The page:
How's the outcome of airplane crashes almost always certain, but the probability is not? [closed]
Closed as unclear by Monica Cellio on Jun 6, 2021 at 23:53
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Please see the bolden phrase and Table 12.1 below. For plane crashes, did the author mix up which (probability or outcome) is ambiguous, and which is precise?
- Isn't the outcome of airplane crashes AMBIGUOUS? Because they aren't fatal?
But the author wrote "almost always certain". And in Table 12.1, the author regarded this probability "precise".
- Isn't the probability of airplane crashes PRECISE? Because the probability of crashes has been teensy — even back when this book was published in 2010?
But in Table 12.1, the author regarded this probability "ambiguous".
Most of the research on ambiguity focuses on vague probabilities. However, in some situations, uncertainty can also exist with respect to outcomes (i.e., whether the outcome is precisely known or not). Table 12.1 presents some stylized examples of this taxonomy of precise/imprecise probabilities and outcomes. For instance, on a roulette table, the chances of winning or losing and the amount at stake are well specified; hence this example falls into the category of precise probabilities/precise outcomes. The outcome of an airplane crash is almost always certain, whereas the probability of having such an accident is not—a case of ambiguous probabilities/precise outcomes. [Emphasis mine] We could estimate (more or less) our chances of getting a tax audit depending on our income bracket, but it is difficult to foresee any possible penalties—a case of precise probabilities/ambiguous outcomes. And, finally, if we do not have a clear prediction about the probability and the magnitude of damage from an earthquake, we are looking at a case of ambiguous probabilities/ambiguous outcomes.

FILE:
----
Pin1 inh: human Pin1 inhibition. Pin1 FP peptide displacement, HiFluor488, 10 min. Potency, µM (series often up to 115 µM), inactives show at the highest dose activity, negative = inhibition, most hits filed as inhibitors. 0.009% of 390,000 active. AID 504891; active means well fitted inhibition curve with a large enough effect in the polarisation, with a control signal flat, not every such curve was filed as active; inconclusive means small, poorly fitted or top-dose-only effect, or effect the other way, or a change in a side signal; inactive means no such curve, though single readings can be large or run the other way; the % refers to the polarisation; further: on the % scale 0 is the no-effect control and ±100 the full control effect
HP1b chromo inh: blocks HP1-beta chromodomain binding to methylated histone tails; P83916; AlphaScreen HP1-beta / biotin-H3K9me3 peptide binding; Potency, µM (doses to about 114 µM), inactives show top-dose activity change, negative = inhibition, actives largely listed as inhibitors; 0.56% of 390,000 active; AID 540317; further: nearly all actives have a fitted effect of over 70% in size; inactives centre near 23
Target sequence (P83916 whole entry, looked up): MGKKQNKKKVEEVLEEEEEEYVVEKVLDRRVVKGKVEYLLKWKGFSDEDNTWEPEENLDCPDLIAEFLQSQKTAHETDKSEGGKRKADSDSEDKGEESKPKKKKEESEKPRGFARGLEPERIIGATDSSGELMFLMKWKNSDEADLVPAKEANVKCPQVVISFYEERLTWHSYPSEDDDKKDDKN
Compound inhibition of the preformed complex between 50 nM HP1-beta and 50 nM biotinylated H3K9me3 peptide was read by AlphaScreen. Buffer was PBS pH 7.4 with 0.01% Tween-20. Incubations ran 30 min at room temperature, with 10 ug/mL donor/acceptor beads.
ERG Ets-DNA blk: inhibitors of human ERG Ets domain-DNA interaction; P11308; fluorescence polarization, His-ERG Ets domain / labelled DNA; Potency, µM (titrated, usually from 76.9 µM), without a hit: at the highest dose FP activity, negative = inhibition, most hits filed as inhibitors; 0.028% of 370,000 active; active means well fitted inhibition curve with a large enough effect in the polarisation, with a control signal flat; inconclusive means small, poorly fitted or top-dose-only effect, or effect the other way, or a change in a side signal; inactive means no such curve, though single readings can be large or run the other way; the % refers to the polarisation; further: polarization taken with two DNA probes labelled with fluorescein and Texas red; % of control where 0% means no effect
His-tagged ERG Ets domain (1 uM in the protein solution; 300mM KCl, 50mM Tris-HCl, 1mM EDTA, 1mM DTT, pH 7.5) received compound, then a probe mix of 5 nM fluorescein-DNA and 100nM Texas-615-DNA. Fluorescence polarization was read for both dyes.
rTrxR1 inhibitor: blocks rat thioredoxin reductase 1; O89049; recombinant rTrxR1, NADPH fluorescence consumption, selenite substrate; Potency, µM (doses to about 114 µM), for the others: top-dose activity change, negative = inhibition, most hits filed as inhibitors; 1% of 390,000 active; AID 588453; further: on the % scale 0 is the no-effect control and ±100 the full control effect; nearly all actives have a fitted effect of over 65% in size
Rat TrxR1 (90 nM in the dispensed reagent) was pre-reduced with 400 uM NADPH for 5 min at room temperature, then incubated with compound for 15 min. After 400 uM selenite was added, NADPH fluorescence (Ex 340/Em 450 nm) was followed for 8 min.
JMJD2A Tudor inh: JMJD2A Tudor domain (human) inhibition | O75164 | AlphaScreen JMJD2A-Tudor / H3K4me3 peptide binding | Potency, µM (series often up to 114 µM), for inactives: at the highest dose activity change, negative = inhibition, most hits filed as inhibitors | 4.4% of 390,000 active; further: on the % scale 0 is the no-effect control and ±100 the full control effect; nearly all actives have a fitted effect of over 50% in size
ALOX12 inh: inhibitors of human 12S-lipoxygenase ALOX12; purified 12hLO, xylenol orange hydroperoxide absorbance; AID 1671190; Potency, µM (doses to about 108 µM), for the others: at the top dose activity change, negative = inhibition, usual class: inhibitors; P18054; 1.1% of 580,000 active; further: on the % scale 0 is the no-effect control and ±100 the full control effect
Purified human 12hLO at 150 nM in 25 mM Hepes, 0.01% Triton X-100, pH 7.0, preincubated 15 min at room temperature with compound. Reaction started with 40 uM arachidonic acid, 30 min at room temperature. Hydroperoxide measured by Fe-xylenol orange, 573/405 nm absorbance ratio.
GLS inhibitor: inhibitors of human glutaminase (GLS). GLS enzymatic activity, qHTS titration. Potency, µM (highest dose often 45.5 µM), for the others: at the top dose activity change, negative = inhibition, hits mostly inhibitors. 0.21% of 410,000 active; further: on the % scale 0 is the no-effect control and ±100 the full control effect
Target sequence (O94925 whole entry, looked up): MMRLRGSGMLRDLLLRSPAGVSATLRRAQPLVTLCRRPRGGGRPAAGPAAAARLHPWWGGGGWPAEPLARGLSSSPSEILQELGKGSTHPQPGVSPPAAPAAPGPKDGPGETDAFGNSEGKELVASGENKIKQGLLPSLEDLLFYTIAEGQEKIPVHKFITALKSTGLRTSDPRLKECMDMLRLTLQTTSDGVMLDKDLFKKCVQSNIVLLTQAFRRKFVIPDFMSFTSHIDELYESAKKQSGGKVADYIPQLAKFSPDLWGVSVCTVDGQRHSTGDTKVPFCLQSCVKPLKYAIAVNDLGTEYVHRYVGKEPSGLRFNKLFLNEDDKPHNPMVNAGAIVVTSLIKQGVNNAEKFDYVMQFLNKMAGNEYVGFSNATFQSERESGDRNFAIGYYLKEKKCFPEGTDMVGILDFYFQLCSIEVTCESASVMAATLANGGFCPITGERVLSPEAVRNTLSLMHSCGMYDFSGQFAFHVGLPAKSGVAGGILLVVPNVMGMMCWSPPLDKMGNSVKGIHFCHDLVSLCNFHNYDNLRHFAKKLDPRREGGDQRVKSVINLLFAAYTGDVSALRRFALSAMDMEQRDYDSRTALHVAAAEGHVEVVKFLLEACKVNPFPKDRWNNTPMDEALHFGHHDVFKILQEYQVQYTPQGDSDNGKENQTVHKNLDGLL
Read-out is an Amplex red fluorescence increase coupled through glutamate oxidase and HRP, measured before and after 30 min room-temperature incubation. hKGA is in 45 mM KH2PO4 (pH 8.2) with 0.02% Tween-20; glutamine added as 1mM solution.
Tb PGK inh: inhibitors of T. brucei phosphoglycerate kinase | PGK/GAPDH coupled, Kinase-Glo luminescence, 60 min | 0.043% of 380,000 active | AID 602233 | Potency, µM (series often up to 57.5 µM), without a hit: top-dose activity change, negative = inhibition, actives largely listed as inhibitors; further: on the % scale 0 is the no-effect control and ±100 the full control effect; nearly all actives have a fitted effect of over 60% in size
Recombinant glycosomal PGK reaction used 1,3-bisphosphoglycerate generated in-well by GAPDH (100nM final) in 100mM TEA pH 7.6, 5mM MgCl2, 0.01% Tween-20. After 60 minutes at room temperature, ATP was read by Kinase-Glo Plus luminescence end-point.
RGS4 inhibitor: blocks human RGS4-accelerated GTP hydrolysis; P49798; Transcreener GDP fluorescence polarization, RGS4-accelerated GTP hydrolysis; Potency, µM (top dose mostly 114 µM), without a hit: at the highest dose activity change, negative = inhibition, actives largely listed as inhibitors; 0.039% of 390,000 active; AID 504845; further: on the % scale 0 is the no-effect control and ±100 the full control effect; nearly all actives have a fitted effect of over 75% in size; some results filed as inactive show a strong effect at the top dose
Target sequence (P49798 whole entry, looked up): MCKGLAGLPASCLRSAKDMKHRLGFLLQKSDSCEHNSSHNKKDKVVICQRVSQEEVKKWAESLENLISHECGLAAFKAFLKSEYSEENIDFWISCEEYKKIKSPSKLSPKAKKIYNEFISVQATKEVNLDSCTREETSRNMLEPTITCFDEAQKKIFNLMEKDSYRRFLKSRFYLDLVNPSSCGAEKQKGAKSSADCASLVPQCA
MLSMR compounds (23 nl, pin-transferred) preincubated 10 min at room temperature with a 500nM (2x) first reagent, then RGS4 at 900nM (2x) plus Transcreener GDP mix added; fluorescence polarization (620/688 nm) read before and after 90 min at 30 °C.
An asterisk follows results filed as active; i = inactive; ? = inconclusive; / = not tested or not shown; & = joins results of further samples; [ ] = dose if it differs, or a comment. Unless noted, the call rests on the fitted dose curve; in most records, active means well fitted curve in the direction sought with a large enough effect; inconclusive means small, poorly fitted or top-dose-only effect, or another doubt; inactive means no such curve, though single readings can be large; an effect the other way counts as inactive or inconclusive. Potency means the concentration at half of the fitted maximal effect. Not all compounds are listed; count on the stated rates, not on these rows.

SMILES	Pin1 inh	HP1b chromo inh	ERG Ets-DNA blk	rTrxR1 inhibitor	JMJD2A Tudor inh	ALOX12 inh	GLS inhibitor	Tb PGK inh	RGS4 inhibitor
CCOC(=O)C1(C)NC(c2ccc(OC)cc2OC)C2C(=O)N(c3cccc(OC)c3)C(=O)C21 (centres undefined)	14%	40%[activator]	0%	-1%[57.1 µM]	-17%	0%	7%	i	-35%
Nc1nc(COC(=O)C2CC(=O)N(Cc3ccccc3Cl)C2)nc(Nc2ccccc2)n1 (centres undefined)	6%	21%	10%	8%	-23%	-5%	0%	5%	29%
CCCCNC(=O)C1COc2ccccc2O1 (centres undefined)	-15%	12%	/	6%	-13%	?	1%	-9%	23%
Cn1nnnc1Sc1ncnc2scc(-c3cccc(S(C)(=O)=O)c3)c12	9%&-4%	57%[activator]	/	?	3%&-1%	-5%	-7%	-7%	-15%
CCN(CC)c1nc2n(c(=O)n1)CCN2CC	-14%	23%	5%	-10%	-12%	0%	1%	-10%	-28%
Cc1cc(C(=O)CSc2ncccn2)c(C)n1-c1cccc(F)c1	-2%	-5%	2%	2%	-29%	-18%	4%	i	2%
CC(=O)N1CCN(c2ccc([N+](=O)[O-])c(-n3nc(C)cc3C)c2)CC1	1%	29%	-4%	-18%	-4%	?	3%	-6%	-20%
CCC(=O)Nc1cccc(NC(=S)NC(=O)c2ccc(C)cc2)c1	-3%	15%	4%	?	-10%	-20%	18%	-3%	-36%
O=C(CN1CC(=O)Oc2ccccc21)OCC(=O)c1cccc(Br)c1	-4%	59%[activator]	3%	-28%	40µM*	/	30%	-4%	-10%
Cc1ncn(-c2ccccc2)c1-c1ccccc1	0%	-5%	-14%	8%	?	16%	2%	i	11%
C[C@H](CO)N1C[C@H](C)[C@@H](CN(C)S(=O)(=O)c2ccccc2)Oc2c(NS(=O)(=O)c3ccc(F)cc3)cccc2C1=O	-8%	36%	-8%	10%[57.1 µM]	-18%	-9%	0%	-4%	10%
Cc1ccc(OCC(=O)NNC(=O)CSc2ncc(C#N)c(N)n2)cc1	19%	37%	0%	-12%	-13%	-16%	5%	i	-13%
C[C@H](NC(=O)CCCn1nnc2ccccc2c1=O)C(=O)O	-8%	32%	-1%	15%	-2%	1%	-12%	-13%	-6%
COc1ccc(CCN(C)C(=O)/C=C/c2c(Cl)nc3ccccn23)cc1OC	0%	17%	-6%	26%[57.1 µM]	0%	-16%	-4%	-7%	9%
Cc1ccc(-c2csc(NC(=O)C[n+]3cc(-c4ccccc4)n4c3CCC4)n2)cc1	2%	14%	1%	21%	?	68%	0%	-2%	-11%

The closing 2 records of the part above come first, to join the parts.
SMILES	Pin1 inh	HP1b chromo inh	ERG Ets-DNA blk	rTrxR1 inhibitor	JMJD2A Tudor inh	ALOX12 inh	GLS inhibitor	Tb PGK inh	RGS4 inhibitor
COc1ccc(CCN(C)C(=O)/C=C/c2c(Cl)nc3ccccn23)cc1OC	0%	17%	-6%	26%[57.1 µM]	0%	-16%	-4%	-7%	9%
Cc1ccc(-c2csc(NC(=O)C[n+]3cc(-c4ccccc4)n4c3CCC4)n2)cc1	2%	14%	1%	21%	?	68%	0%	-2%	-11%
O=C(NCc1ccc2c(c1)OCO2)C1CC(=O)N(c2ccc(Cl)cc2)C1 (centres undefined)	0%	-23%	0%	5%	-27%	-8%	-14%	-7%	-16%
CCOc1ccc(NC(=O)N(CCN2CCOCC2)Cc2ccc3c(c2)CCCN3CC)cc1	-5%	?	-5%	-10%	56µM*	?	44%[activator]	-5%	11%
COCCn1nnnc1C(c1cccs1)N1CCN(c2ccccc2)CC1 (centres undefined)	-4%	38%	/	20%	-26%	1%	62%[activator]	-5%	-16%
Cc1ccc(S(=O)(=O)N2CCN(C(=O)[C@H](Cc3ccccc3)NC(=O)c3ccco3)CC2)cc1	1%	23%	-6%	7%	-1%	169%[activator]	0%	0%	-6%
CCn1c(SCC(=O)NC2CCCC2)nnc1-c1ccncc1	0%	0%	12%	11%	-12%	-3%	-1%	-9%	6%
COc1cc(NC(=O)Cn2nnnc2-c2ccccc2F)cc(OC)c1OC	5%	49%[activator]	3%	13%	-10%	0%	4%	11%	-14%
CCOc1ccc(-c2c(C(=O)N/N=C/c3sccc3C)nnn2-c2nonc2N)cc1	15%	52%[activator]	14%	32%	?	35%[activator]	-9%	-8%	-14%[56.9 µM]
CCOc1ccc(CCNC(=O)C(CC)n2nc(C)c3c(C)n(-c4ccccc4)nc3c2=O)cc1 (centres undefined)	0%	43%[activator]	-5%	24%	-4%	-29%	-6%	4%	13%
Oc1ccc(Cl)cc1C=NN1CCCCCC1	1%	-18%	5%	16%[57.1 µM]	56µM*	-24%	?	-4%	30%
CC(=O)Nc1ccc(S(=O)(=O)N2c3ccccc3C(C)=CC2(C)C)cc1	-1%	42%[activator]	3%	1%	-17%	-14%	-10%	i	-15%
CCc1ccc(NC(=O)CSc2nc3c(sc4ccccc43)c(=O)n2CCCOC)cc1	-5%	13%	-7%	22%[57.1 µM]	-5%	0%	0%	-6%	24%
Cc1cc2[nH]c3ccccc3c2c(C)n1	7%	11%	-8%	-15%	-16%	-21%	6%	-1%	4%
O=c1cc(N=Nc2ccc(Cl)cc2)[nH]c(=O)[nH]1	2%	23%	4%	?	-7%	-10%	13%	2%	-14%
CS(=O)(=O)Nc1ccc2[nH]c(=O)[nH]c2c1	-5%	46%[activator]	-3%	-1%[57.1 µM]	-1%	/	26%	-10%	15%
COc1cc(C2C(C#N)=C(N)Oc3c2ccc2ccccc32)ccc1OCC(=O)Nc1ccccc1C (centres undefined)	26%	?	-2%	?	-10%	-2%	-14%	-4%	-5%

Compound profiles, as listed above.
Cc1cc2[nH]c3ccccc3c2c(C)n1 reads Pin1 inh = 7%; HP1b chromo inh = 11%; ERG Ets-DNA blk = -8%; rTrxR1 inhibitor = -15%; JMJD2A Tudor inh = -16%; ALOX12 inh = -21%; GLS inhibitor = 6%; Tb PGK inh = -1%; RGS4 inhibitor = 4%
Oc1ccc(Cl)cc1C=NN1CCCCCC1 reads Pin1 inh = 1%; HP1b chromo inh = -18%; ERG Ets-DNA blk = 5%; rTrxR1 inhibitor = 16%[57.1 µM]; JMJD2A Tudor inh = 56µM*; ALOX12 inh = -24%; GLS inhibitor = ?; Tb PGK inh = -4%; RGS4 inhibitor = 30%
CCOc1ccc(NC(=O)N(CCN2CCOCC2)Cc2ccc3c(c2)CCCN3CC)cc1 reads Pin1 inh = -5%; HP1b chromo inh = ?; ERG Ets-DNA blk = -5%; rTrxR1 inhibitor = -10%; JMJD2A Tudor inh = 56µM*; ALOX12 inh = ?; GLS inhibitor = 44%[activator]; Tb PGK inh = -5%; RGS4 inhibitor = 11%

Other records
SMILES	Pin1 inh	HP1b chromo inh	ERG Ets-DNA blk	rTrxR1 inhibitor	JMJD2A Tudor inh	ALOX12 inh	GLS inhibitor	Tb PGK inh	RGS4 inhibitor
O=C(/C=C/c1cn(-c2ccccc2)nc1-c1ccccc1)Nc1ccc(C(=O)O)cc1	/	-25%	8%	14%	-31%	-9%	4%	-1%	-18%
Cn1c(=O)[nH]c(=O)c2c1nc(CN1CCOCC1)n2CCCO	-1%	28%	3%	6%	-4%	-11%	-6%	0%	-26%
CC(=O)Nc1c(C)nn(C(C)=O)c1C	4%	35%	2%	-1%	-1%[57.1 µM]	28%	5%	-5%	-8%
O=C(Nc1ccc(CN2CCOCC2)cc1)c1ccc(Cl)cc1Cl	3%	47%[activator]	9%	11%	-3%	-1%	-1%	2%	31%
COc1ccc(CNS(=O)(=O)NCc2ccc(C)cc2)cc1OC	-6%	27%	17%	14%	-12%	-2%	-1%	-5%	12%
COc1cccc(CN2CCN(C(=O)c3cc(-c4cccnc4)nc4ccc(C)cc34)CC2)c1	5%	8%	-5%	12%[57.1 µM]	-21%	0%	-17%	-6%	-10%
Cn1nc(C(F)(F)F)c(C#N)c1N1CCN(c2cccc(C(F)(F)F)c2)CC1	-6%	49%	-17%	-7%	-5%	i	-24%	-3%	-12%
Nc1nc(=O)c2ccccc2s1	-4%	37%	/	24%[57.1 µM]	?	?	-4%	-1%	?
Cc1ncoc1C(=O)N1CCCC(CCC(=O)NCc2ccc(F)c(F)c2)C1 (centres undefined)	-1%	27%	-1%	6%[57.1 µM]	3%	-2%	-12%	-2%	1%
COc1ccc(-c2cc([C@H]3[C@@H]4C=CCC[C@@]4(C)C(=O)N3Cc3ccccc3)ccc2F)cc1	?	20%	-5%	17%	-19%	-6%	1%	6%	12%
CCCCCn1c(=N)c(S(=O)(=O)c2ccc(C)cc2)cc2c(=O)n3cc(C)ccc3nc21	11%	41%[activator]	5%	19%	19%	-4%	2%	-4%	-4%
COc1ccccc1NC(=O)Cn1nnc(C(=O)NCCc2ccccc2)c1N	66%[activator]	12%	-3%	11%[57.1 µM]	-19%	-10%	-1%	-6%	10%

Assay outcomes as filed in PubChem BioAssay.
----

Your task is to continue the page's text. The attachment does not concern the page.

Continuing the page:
TABLE 12.1 Examples for Different Sources of Ambiguity
Paul Slovic, The Irrational Economist (2010), page 111.